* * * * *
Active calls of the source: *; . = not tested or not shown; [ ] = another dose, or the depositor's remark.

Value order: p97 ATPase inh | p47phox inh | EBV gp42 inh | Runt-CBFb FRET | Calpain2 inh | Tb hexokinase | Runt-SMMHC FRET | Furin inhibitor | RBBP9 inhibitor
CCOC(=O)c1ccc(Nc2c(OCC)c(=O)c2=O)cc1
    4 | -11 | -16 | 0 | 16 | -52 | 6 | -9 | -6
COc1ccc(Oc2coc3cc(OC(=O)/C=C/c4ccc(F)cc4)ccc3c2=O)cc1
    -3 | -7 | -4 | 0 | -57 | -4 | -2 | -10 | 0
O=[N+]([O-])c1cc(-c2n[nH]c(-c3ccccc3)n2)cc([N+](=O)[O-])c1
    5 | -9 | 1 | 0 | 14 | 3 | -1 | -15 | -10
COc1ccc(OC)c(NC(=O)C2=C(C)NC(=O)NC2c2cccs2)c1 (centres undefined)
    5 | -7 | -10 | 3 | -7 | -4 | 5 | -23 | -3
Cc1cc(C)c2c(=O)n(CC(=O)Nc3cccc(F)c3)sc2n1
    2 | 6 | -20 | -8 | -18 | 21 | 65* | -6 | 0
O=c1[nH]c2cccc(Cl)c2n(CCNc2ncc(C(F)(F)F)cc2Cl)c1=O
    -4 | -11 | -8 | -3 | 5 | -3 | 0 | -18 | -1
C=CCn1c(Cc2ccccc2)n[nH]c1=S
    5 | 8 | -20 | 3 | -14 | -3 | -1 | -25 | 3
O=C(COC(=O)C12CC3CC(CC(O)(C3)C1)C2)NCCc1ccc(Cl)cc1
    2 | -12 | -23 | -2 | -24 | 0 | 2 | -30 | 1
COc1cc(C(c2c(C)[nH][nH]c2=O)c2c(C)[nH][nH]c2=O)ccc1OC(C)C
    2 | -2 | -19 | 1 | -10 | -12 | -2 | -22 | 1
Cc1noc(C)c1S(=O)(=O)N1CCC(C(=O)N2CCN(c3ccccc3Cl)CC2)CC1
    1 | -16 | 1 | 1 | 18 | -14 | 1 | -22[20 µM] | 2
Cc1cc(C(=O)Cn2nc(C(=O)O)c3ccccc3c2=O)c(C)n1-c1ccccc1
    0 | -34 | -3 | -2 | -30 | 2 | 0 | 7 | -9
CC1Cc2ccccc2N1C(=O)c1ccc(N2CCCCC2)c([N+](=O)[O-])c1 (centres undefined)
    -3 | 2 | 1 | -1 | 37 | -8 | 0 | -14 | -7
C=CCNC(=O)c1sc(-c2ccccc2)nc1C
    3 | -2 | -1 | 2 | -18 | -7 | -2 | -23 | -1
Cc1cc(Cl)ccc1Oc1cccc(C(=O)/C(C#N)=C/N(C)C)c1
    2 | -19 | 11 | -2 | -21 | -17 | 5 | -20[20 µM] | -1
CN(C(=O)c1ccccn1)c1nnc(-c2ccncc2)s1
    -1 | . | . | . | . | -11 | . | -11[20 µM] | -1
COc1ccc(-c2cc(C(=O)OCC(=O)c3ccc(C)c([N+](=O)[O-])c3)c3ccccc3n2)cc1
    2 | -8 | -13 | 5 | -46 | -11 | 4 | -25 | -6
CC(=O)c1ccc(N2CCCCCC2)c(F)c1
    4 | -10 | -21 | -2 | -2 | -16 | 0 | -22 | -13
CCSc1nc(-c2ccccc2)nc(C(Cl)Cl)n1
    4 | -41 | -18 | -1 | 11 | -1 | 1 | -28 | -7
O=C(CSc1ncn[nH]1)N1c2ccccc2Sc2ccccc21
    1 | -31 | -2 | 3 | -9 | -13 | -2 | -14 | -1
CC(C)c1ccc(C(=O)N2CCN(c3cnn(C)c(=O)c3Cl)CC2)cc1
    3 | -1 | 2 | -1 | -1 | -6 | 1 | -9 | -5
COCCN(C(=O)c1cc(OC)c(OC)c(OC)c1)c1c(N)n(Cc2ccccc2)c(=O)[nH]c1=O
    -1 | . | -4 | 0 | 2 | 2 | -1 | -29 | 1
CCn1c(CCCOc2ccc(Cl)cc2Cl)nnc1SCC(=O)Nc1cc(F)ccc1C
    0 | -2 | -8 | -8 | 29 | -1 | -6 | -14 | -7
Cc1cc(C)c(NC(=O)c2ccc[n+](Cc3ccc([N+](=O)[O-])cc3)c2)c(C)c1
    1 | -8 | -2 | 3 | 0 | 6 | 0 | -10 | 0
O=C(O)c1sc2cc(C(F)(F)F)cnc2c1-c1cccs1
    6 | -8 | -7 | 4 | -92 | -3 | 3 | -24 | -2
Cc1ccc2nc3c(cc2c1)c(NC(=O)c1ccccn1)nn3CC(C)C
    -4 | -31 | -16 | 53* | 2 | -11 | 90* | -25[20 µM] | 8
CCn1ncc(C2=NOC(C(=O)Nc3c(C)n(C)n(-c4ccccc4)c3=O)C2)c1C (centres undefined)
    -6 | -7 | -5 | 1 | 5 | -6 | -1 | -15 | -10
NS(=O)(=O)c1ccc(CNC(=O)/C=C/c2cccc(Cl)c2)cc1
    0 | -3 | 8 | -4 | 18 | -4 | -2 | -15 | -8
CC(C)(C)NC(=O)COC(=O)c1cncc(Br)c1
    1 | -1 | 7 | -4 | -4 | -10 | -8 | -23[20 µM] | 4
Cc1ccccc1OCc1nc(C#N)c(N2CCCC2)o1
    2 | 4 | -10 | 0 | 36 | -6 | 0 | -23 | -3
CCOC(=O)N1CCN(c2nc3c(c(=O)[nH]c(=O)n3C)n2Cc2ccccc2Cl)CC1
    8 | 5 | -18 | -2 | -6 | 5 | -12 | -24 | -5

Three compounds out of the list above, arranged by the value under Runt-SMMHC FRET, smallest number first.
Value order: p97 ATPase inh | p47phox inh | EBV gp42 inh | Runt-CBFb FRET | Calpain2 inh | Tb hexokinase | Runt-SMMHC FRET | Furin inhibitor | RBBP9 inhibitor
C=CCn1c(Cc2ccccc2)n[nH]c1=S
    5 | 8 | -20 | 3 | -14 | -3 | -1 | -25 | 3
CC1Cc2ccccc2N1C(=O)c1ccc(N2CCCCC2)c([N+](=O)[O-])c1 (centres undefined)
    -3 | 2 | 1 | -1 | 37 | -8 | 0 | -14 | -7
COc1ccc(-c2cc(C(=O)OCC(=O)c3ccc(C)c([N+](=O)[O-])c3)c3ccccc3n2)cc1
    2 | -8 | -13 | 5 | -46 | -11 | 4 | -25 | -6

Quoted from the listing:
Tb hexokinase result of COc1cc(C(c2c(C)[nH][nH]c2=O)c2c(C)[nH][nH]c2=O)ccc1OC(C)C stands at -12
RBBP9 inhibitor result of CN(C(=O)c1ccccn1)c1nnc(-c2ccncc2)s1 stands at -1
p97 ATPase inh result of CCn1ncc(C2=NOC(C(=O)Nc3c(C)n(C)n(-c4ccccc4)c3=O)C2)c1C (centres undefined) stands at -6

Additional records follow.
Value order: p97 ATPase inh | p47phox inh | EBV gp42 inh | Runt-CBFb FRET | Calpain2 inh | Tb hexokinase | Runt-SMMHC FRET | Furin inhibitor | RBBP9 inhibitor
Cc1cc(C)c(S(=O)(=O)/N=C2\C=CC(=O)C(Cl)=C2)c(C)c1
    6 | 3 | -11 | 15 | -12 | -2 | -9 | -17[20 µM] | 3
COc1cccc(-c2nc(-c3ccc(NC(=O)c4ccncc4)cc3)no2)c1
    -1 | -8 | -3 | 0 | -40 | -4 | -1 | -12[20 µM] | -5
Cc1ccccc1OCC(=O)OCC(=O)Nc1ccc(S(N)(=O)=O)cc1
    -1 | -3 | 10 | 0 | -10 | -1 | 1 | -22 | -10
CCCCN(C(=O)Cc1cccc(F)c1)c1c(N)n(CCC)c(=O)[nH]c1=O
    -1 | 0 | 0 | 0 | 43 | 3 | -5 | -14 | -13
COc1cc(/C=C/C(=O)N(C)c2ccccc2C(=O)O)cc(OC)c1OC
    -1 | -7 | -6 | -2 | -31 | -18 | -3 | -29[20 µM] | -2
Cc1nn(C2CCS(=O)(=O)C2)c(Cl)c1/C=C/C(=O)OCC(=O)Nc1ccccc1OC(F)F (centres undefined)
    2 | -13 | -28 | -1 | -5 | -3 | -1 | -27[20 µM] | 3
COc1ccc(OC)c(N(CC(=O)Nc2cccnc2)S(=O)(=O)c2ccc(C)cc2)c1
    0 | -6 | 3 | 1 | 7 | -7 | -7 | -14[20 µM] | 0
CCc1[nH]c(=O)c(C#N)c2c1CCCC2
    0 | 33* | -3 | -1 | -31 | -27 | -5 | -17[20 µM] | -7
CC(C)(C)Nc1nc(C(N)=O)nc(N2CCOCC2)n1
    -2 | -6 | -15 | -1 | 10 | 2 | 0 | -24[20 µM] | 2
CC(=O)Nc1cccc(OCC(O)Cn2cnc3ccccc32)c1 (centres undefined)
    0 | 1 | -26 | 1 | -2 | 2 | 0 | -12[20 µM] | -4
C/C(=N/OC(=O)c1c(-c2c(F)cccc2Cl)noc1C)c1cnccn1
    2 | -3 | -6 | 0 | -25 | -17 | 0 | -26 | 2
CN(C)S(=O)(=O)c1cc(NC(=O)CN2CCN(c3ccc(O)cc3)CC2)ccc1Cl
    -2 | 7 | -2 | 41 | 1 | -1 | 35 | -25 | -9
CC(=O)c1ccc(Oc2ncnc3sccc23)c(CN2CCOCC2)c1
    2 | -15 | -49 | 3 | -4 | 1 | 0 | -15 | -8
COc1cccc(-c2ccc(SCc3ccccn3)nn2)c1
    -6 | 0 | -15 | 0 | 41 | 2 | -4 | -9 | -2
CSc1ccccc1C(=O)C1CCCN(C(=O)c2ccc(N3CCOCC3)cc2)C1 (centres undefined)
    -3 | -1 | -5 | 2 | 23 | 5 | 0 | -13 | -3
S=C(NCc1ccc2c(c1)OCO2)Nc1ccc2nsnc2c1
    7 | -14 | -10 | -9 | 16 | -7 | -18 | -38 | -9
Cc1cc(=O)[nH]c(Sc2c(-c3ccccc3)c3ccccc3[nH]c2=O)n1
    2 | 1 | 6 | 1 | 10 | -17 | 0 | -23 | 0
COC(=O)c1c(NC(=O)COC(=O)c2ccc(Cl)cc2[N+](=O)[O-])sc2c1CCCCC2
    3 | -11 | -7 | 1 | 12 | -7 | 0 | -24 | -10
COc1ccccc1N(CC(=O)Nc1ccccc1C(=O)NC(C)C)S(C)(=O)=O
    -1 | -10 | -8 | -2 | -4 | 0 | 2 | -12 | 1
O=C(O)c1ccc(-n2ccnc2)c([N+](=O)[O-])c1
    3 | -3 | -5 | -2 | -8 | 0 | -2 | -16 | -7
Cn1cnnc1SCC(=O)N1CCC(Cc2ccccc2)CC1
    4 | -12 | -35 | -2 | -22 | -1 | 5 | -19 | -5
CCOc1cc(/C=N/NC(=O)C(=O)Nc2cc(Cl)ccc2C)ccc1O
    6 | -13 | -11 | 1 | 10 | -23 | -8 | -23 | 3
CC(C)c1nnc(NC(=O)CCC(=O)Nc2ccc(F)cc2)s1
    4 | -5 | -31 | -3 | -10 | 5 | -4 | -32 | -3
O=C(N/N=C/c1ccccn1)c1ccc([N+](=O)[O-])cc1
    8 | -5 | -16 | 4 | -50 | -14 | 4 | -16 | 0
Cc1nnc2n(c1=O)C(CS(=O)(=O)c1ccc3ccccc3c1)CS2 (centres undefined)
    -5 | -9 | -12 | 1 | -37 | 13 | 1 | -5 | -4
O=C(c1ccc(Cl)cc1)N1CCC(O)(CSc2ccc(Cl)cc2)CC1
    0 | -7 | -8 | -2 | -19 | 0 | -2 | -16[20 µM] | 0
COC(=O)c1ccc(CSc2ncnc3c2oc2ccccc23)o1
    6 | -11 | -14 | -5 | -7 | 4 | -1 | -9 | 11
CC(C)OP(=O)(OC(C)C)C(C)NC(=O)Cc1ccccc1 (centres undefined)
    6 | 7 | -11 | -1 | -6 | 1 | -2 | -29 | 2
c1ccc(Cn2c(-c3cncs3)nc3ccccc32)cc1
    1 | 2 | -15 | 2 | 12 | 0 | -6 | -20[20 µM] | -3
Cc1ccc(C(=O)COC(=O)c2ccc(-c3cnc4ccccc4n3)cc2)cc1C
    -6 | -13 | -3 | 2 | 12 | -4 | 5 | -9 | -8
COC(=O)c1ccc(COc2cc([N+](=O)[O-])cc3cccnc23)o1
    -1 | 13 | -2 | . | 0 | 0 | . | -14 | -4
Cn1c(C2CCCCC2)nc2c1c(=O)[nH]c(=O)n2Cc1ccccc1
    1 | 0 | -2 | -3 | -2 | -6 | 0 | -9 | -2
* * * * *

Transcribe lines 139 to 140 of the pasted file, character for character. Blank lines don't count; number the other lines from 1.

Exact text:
Cn1c(C2CCCCC2)nc2c1c(=O)[nH]c(=O)n2Cc1ccccc1
    1 | 0 | -2 | -3 | -2 | -6 | 0 | -9 | -2